The TBM was assembled in a week and started tunnelling in March 1990. It is expected to complete its 3.8km long single heading drive by mid-November 1990. Working on a two 10hr shift/day, five days/wk, the best advance rate achieved was 16m/shift. To keep pace with the TBM, California switches were installed at 800m, 1,800m and 2,800m and the number of muck trains was increased to five. Although the TBM did pass through some very wet ground, the EPB screw conveyor was never required, since the flood gates and the pressure relieving gates on the muck ring were capable of coping with the situation by themselves.

Segments positioned by the erector arm before being bolted together
Segments positioned by the erector arm before being bolted together

From the 50m deep access shaft at New River Head, the line of the tunnel has taken the TBM through three gentle curves, the tightest being 170m long on a 500m radius. It has also taken it under the King's Cross main line railway station with only 10m cover to the Northern Line of the London Underground system. In this urban environment, settlement is a major consideration. Despite the fact that the tunnel is on average about 45m below the surface, precise monitoring stations have been established throughout the alignment.

Another major consideration was the possibility of encountering dangerous gases. Strict 24h/day monitoring to detect any poisonous gases such as methane or dangerously low levels of oxygen is required by the contract for the 3.8km single heading drive. With no intermediate access points, fresh air is drawn in from the working shaft and conveyed along the tunnel in 400mm diameter ducting. In addition, before entering the tunnel, everyone is logged on the tally system and equipped with a self-rescue kit.

Miller Construction prides itself on running tight safety procedures as well as a strict quality assurance programme. Miller is one of the first tunnelling contractors to approach the BSI for quality assurance accreditation.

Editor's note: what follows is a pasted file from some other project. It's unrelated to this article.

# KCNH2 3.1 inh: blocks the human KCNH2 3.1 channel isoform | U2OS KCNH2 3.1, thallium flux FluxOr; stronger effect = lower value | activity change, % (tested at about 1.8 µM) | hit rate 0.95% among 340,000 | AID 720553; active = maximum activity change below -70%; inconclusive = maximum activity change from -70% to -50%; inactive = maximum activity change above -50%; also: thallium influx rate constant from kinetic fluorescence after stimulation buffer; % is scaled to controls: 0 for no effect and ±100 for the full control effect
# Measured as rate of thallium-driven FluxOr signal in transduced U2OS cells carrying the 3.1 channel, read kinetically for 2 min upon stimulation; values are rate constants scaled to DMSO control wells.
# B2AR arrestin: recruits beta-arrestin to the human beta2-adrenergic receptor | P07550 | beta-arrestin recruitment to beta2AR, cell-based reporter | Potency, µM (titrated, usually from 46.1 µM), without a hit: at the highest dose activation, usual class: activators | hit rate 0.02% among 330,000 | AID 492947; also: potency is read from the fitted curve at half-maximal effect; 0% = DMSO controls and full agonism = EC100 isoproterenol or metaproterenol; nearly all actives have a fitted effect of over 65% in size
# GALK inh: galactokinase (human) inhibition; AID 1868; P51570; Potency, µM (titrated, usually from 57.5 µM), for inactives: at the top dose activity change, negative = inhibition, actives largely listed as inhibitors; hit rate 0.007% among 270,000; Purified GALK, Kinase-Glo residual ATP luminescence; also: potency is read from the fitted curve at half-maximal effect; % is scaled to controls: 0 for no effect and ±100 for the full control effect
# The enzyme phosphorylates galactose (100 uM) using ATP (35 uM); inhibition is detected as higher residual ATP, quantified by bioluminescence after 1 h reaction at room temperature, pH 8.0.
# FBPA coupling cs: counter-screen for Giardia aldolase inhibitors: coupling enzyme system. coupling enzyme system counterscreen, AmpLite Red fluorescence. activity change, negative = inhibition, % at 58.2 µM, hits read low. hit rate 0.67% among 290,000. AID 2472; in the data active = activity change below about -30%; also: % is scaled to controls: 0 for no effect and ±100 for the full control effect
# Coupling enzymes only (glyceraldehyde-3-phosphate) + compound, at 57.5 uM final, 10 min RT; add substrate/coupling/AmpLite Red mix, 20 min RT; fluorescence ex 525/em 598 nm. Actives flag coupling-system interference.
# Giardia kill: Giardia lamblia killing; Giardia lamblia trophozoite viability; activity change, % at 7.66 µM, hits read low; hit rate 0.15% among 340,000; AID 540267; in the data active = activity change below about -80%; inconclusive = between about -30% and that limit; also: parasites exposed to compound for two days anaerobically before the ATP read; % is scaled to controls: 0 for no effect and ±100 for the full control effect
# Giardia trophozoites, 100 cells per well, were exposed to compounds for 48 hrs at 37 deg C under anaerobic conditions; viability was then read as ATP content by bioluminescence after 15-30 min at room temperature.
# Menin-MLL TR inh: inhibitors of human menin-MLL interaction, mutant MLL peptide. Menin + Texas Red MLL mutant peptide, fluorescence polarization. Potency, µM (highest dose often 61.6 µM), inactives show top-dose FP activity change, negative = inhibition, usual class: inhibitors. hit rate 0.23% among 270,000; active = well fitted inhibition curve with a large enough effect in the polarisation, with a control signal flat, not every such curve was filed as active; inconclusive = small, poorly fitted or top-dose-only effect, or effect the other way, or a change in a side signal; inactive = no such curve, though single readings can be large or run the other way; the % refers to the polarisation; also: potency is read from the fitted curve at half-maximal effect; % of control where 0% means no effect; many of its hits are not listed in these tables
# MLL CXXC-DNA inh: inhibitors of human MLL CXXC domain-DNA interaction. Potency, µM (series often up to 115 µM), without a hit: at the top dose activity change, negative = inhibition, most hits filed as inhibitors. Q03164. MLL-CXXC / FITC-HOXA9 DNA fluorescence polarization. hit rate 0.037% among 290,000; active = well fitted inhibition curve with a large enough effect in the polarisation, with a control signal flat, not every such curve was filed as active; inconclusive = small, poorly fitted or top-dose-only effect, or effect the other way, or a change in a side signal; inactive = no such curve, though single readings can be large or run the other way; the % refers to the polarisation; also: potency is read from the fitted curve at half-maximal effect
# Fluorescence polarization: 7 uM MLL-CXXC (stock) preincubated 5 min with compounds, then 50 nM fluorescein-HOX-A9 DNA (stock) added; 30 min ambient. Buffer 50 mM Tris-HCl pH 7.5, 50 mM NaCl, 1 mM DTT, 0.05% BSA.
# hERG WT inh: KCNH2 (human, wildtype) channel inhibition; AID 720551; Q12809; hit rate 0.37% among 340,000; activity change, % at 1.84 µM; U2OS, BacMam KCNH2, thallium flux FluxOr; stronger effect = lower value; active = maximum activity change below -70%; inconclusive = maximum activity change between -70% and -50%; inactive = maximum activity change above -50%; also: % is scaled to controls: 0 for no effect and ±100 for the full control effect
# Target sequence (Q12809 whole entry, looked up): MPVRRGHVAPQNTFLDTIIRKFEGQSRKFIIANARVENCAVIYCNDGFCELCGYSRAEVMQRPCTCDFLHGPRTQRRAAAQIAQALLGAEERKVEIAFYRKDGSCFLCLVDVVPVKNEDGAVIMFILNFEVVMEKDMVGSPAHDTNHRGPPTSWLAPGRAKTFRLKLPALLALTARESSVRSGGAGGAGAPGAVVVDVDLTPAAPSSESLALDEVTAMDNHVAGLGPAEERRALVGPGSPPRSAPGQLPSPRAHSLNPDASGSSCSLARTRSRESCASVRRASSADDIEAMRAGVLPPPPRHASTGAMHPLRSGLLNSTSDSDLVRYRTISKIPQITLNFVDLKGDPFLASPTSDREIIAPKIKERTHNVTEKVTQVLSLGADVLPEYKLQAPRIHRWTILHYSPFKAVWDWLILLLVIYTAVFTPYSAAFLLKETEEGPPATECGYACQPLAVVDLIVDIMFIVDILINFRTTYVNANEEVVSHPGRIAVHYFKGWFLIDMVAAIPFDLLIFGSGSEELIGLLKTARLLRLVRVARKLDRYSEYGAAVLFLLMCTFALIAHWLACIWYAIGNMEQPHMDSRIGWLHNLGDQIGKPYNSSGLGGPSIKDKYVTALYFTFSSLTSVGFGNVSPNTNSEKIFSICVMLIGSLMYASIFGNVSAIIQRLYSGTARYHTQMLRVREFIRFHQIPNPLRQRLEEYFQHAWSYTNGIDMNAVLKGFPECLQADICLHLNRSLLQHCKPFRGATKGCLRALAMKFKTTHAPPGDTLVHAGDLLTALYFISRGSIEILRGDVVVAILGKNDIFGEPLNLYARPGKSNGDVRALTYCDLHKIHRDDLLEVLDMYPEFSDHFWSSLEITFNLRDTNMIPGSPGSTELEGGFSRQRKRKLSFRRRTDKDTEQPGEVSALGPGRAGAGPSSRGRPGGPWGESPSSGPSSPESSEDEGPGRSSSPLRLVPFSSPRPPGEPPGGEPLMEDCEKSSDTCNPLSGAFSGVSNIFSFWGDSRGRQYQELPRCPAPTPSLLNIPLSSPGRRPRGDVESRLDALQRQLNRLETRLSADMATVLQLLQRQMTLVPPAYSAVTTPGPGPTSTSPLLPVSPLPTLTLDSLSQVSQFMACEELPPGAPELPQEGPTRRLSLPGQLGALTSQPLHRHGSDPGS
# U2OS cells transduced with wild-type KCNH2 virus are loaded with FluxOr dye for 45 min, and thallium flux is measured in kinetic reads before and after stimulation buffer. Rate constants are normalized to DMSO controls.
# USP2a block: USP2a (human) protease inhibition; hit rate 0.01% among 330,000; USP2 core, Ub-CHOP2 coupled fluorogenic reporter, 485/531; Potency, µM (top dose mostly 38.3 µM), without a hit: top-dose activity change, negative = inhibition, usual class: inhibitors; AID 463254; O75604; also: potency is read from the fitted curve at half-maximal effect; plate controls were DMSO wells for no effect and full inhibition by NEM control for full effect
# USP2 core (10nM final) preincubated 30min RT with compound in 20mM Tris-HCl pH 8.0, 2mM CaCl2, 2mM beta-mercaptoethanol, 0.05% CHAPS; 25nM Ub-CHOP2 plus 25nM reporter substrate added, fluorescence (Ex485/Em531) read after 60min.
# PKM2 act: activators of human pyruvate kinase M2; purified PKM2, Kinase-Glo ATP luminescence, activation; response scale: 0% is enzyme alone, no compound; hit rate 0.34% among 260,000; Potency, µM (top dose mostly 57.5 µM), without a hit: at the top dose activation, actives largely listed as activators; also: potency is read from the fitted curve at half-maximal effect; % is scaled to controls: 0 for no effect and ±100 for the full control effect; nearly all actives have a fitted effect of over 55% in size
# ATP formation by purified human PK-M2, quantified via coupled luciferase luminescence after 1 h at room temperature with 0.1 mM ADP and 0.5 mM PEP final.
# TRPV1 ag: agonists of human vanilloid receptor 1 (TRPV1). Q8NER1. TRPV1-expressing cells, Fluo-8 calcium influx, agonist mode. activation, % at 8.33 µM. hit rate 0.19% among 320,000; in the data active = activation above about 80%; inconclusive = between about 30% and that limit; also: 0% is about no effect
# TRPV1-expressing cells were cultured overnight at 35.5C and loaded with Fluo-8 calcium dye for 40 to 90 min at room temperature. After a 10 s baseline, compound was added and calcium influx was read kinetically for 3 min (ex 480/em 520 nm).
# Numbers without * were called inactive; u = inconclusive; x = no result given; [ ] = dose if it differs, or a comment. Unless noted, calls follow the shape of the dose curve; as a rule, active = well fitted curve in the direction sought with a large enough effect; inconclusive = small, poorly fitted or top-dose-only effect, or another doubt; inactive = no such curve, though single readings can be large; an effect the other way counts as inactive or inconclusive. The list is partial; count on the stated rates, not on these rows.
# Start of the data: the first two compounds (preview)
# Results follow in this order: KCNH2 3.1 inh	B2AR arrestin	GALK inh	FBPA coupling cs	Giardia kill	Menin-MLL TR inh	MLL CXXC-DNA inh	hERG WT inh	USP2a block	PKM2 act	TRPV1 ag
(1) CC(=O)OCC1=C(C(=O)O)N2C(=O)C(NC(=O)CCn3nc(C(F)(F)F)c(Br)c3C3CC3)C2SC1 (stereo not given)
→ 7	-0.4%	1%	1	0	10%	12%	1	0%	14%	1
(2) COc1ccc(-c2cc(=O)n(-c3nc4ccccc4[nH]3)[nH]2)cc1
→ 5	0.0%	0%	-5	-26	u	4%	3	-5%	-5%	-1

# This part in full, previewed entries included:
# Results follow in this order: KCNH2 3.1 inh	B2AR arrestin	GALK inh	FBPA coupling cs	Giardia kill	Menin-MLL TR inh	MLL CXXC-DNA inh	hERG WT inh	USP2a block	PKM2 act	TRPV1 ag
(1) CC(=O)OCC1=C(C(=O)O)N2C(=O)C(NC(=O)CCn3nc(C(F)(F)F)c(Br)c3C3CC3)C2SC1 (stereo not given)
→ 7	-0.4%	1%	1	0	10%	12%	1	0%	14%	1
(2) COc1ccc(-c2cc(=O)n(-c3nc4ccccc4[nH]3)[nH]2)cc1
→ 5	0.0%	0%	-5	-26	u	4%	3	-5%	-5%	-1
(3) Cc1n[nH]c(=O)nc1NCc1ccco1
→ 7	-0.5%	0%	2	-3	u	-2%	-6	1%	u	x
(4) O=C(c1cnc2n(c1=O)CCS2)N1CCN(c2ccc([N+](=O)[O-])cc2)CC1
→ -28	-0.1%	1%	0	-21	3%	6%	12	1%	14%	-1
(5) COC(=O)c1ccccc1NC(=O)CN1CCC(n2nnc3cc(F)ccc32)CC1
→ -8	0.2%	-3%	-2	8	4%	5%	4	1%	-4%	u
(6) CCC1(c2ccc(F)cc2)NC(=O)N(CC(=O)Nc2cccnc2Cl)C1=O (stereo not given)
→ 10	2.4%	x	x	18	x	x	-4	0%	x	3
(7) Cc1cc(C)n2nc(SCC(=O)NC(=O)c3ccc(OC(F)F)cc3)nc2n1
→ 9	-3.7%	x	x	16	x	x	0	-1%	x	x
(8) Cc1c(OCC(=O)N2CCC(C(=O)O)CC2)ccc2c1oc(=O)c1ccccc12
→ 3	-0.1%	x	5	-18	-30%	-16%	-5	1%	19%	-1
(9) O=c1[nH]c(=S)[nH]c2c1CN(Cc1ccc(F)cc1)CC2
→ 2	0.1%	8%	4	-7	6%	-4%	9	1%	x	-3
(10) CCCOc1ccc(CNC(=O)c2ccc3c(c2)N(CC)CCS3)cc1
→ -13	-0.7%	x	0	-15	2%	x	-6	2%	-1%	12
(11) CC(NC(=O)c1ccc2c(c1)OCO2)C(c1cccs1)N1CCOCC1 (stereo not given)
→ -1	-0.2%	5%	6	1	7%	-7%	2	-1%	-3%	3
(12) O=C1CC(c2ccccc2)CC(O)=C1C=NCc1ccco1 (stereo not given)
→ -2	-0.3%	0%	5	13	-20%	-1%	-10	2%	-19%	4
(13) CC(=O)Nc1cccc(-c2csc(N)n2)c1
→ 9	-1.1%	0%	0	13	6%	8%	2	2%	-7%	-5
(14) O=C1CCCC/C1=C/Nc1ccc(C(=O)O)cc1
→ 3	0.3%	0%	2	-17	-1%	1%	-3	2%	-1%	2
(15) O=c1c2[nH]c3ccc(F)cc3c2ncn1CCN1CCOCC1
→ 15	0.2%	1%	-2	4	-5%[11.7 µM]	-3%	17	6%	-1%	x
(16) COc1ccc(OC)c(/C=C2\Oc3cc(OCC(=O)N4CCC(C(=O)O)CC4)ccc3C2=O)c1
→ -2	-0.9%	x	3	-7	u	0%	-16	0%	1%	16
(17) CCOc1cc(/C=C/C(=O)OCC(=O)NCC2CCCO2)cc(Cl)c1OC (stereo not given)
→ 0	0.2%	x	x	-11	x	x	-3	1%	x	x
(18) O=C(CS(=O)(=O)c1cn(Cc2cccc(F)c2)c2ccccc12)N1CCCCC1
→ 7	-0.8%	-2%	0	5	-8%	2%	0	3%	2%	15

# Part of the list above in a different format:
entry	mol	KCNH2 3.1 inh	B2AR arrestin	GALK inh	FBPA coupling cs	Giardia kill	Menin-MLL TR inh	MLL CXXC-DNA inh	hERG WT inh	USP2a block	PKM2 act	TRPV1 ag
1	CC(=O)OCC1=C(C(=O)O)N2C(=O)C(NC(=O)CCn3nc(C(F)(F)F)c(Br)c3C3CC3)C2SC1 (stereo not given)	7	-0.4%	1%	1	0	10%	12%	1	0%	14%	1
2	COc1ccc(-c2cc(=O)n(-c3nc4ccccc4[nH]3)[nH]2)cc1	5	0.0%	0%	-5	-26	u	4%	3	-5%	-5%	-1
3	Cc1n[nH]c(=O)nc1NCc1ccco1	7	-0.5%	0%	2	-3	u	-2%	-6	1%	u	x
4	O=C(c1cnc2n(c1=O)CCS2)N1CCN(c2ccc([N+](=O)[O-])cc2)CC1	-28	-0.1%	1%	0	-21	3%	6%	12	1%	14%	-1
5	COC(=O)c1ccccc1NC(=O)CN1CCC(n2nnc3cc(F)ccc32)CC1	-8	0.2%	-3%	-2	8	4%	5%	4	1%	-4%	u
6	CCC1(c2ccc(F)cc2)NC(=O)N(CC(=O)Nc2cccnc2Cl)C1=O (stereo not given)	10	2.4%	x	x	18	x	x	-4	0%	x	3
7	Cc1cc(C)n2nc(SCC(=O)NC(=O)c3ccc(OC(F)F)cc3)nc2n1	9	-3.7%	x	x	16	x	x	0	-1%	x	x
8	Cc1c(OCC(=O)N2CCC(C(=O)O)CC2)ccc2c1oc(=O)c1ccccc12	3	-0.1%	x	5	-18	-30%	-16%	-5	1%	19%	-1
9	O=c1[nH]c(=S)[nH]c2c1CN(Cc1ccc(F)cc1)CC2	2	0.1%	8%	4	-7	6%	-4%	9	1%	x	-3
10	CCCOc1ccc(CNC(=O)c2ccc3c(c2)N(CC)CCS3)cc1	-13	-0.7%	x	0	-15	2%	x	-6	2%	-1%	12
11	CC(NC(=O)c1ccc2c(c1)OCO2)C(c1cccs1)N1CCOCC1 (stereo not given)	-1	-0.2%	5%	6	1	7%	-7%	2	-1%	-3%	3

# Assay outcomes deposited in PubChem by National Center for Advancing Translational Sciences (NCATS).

No hole through

The shafts at either end of the tunnel contract were both completed under earlier separate contracts. The connecting shaft at Barrow Hill is already fitted with Ring Main pumping equipment. The Lovat TBM cannot therefore hole through. Instead, Miller will drive to within 25m of the shaft and excavate a chamber around the machine, where it will be dismantled for withdrawal backwards through the tunnel. To accomplish this, the TBM is the first double-skinned Lovat TBM that is bolted instead of welded together. The remaining 25m of tunnel and breakthrough into the shaft will be accomplished by hand mining methods.

Once tunnelling is finished and the TBM is out, Miller will cast the in-situ secondary lining and carry out finishing works in the New River Head access shaft to complete its contract. Meanwhile, with a new outer skin, the Lovat TBM and all the associated equipment, that has performed to specification and beyond, will be ready to move to the next job.


  • Visit the TunnelTalk Archive library to search for other articles about the London Water Ring Main projects of the 1990s and other excavation projects under London